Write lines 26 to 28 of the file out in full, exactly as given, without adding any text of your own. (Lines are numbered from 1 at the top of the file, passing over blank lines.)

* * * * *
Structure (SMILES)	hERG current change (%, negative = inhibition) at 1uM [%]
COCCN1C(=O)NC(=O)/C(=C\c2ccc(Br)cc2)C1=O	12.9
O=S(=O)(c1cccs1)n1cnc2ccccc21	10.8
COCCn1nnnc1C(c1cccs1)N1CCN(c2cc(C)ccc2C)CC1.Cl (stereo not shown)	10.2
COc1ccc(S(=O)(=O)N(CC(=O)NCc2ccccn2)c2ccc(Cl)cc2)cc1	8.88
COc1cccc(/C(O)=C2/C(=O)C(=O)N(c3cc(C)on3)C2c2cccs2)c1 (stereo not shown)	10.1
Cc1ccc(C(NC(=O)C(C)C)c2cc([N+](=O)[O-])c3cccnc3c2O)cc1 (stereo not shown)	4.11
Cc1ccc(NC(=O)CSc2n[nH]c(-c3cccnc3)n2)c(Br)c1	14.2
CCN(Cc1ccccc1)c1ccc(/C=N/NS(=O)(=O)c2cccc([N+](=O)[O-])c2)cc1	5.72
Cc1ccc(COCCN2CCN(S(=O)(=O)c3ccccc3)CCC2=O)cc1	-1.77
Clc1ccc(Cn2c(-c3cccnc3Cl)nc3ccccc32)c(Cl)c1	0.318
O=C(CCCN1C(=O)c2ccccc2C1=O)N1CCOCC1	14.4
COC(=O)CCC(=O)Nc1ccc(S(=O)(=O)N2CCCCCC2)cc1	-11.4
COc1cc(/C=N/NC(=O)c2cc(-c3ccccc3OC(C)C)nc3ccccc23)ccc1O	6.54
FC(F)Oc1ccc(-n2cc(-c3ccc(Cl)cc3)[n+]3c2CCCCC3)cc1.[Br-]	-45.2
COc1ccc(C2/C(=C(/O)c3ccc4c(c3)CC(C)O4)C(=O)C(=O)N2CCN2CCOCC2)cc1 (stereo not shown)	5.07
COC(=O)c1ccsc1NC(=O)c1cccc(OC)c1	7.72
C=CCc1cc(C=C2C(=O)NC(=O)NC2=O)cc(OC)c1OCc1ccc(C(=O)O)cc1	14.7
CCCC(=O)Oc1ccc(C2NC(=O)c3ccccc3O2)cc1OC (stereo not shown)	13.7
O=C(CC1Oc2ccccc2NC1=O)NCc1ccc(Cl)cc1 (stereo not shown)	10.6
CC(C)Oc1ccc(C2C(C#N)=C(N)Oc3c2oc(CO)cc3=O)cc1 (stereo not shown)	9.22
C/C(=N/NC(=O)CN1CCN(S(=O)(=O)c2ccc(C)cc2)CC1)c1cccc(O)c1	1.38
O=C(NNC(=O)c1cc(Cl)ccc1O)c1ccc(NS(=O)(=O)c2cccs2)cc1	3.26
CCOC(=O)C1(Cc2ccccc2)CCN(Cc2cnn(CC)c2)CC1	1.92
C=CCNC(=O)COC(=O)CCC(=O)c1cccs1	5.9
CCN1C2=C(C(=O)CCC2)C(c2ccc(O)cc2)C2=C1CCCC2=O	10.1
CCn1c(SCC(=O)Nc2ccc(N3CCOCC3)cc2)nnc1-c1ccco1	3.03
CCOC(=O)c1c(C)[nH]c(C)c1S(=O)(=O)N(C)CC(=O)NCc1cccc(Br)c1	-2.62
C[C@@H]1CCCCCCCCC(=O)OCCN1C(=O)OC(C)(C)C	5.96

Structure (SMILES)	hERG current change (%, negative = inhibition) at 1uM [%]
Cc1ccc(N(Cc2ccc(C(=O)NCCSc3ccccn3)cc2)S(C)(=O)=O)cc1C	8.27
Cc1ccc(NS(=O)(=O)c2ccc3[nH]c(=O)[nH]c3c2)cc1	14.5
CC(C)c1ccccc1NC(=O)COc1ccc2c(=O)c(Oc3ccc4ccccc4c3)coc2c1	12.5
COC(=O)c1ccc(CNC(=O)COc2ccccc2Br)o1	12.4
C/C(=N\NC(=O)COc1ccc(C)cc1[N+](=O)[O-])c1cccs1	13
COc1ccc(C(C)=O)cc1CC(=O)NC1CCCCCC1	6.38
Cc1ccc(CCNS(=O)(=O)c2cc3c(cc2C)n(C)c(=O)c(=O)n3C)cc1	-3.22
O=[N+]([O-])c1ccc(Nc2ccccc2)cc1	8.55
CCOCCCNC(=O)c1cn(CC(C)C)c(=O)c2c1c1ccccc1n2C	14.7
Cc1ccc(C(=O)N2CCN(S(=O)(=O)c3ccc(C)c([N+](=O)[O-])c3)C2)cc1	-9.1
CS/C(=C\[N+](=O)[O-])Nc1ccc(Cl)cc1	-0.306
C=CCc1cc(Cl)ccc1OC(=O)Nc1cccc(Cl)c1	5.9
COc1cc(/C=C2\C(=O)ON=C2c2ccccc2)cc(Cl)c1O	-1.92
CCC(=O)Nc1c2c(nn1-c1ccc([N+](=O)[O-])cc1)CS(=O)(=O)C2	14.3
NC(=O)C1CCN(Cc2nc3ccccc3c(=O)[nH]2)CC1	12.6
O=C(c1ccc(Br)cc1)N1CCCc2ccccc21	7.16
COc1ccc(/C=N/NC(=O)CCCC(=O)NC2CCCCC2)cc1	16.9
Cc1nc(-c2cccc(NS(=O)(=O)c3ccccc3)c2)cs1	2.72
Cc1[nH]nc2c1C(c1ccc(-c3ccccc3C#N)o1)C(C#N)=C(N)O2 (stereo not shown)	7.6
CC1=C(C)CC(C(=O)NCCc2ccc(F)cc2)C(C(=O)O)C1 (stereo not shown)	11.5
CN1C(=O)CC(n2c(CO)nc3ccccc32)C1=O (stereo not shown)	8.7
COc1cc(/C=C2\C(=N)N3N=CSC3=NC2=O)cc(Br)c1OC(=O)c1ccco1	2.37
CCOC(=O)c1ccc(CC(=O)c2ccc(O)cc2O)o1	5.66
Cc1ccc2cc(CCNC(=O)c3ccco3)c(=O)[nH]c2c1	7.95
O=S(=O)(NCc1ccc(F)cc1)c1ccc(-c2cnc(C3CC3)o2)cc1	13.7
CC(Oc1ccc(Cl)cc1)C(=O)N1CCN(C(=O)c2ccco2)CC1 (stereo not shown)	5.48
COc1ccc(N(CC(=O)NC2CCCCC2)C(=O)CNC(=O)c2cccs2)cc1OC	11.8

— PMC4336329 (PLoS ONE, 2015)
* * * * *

CCN1C2=C(C(=O)CCC2)C(c2ccc(O)cc2)C2=C1CCCC2=O	10.1
CCn1c(SCC(=O)Nc2ccc(N3CCOCC3)cc2)nnc1-c1ccco1	3.03
CCOC(=O)c1c(C)[nH]c(C)c1S(=O)(=O)N(C)CC(=O)NCc1cccc(Br)c1	-2.62